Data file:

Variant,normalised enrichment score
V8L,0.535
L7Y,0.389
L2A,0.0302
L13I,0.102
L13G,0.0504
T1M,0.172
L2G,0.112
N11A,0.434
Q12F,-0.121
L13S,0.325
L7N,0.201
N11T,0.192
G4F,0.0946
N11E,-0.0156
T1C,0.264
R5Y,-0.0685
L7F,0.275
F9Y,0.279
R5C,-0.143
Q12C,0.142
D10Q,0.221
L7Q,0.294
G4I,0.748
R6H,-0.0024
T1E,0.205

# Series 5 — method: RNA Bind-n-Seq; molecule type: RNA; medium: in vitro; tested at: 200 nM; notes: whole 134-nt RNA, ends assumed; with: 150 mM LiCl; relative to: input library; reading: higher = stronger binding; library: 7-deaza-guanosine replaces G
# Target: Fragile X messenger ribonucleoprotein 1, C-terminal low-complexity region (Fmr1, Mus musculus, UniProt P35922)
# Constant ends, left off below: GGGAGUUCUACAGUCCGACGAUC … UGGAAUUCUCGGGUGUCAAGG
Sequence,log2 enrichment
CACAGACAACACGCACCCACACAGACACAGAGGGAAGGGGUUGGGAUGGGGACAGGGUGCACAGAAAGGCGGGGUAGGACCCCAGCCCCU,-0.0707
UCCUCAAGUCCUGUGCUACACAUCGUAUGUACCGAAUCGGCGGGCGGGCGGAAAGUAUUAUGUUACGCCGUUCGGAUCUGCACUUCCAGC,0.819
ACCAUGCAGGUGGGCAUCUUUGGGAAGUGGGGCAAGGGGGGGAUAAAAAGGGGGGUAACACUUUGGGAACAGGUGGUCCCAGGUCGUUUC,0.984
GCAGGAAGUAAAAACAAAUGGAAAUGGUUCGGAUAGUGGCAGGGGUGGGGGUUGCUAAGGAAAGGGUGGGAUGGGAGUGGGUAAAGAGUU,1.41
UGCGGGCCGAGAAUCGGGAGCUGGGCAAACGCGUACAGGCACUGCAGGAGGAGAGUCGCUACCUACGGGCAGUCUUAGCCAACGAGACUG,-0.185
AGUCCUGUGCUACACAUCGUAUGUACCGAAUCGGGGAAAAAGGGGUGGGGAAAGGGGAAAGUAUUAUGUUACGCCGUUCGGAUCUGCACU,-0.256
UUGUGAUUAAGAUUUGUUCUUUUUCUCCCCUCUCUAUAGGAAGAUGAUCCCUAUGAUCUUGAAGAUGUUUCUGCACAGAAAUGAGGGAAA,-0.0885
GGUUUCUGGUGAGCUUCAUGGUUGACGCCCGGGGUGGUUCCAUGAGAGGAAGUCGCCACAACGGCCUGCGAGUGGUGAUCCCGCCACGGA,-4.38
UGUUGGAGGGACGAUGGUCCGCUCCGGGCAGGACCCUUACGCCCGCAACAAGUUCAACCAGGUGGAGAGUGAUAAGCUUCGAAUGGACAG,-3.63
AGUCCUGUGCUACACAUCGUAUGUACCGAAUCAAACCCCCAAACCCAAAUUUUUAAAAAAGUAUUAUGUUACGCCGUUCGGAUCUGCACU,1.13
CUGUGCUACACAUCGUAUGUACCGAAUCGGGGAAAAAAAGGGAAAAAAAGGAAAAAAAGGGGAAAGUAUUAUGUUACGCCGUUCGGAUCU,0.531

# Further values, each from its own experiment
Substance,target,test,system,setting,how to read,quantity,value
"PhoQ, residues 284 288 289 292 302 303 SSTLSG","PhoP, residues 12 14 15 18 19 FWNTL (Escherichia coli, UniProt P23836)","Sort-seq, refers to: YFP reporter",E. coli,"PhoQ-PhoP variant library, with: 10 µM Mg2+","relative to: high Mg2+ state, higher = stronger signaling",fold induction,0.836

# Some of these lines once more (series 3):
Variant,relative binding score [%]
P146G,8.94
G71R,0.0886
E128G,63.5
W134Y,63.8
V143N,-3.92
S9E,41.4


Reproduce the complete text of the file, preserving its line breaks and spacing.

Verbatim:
Variant,normalised enrichment score
V8L,0.535
L7Y,0.389
L2A,0.0302
L13I,0.102
L13G,0.0504
T1M,0.172
L2G,0.112
N11A,0.434
Q12F,-0.121
L13S,0.325
L7N,0.201
N11T,0.192
G4F,0.0946
N11E,-0.0156
T1C,0.264
R5Y,-0.0685
L7F,0.275
F9Y,0.279
R5C,-0.143
Q12C,0.142
D10Q,0.221
L7Q,0.294
G4I,0.748
R6H,-0.0024
T1E,0.205

# Series 5 — method: RNA Bind-n-Seq; molecule type: RNA; medium: in vitro; tested at: 200 nM; notes: whole 134-nt RNA, ends assumed; with: 150 mM LiCl; relative to: input library; reading: higher = stronger binding; library: 7-deaza-guanosine replaces G
# Target: Fragile X messenger ribonucleoprotein 1, C-terminal low-complexity region (Fmr1, Mus musculus, UniProt P35922)
# Constant ends, left off below: GGGAGUUCUACAGUCCGACGAUC … UGGAAUUCUCGGGUGUCAAGG
Sequence,log2 enrichment
CACAGACAACACGCACCCACACAGACACAGAGGGAAGGGGUUGGGAUGGGGACAGGGUGCACAGAAAGGCGGGGUAGGACCCCAGCCCCU,-0.0707
UCCUCAAGUCCUGUGCUACACAUCGUAUGUACCGAAUCGGCGGGCGGGCGGAAAGUAUUAUGUUACGCCGUUCGGAUCUGCACUUCCAGC,0.819
ACCAUGCAGGUGGGCAUCUUUGGGAAGUGGGGCAAGGGGGGGAUAAAAAGGGGGGUAACACUUUGGGAACAGGUGGUCCCAGGUCGUUUC,0.984
GCAGGAAGUAAAAACAAAUGGAAAUGGUUCGGAUAGUGGCAGGGGUGGGGGUUGCUAAGGAAAGGGUGGGAUGGGAGUGGGUAAAGAGUU,1.41
UGCGGGCCGAGAAUCGGGAGCUGGGCAAACGCGUACAGGCACUGCAGGAGGAGAGUCGCUACCUACGGGCAGUCUUAGCCAACGAGACUG,-0.185
AGUCCUGUGCUACACAUCGUAUGUACCGAAUCGGGGAAAAAGGGGUGGGGAAAGGGGAAAGUAUUAUGUUACGCCGUUCGGAUCUGCACU,-0.256
UUGUGAUUAAGAUUUGUUCUUUUUCUCCCCUCUCUAUAGGAAGAUGAUCCCUAUGAUCUUGAAGAUGUUUCUGCACAGAAAUGAGGGAAA,-0.0885
GGUUUCUGGUGAGCUUCAUGGUUGACGCCCGGGGUGGUUCCAUGAGAGGAAGUCGCCACAACGGCCUGCGAGUGGUGAUCCCGCCACGGA,-4.38
UGUUGGAGGGACGAUGGUCCGCUCCGGGCAGGACCCUUACGCCCGCAACAAGUUCAACCAGGUGGAGAGUGAUAAGCUUCGAAUGGACAG,-3.63
AGUCCUGUGCUACACAUCGUAUGUACCGAAUCAAACCCCCAAACCCAAAUUUUUAAAAAAGUAUUAUGUUACGCCGUUCGGAUCUGCACU,1.13
CUGUGCUACACAUCGUAUGUACCGAAUCGGGGAAAAAAAGGGAAAAAAAGGAAAAAAAGGGGAAAGUAUUAUGUUACGCCGUUCGGAUCU,0.531

# Further values, each from its own experiment
Substance,target,test,system,setting,how to read,quantity,value
"PhoQ, residues 284 288 289 292 302 303 SSTLSG","PhoP, residues 12 14 15 18 19 FWNTL (Escherichia coli, UniProt P23836)","Sort-seq, refers to: YFP reporter",E. coli,"PhoQ-PhoP variant library, with: 10 µM Mg2+","relative to: high Mg2+ state, higher = stronger signaling",fold induction,0.836

# Some of these lines once more (series 3):
Variant,relative binding score [%]
P146G,8.94
G71R,0.0886
E128G,63.5
W134Y,63.8
V143N,-3.92
S9E,41.4